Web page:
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Footage of Local Austin Businesses (1961)

Gordon Wilkison

Sound | 1961

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TAMI Tags
  •  Everett Hardware commercial clips 
  •  Howard Montopolis Nursery 
  •  Coca Cola Bottling Plant Tour 
  •  Popsicle Factory 
  •  Goodwill Industries Interviews 
  •  Doner’s Thrifty Pharmacy 
  •  Austin Metal & Iron Company interview 
  •  Gulf gas station commercial clips 
 
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Possibly made for the KTBC-produced television program "Panorama," this compilation reel contains a mixture of silent rough footage and sound interview clips for local Austin businesses including Everett Hardware, Howard Montopolis Nursery, the Austin Coca Cola Bottle Processing Plant, an icecream factory, Goodwill Industries, Doners Thrifty Pharmacy and the Austin Metal & Iron Company.
Gordon Wilkison began work as a cameraman at the local Austin television station KTBC (now FOX 7) during 1952, its first year of operation.  At the time the station was owned by the Texas Broadcasting Company, which was owned by Senator Lyndon B. and Lady Bird Johnson. This relationship would continue to shape Wilkison's career well into the next decades - during the Johnson administration, Wilkison covered the president's visits to Texas, preparing material for national and international news correspondents.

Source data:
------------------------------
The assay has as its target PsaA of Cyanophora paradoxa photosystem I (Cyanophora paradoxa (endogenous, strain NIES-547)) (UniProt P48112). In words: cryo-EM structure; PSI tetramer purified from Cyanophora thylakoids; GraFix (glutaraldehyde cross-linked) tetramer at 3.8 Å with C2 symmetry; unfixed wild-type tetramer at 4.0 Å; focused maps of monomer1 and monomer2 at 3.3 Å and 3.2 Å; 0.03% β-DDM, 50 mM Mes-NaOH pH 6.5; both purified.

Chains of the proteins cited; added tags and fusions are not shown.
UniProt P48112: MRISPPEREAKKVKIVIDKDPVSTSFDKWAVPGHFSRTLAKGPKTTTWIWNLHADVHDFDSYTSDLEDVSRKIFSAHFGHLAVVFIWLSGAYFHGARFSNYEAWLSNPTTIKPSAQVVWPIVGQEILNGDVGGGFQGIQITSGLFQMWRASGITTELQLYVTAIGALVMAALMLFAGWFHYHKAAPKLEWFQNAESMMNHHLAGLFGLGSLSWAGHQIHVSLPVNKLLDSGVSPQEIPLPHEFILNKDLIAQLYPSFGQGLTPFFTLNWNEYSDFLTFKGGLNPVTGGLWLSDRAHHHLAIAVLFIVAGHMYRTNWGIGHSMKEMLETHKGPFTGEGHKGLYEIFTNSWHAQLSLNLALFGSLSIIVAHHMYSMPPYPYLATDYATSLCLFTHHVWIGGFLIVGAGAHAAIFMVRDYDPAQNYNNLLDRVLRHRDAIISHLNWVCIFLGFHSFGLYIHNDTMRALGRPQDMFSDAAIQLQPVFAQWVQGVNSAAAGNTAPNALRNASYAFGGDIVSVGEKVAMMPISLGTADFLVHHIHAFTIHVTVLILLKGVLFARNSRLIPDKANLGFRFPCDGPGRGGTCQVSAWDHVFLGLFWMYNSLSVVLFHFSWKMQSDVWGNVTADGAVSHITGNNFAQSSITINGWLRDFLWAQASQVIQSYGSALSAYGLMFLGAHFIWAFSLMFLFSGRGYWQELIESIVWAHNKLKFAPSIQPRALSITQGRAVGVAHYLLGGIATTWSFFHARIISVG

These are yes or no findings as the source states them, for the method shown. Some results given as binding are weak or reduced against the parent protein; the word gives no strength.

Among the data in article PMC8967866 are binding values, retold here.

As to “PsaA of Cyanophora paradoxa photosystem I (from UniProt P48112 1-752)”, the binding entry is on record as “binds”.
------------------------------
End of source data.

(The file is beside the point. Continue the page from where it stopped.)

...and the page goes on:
A particularly notable moment is his career occurred on August 1, 1966, when Wilkison and KTBC reporter Neal Spelce risked their lives to capture footage of the Tower shooting at the University of Texas. 
 
Wilkison was also the General Manager of Photo Processors at the LBJ Broadcasting Corporation, which he later took over and renamed Cenetex Film Labs. In addition to his camera work and film processing, his work at the station also included direction of a number of television film productions.
 
Outside of KTBC, Wilkison shot, edited, and processed Longhorn football game footage for the University of Texas, a partnership that lasted nearly 30 years.    
 
Recognizing the historical value of film and news footage, Wilkison kept the material, later contributing hundreds of reels to the Texas Archive of the Moving Image's collection.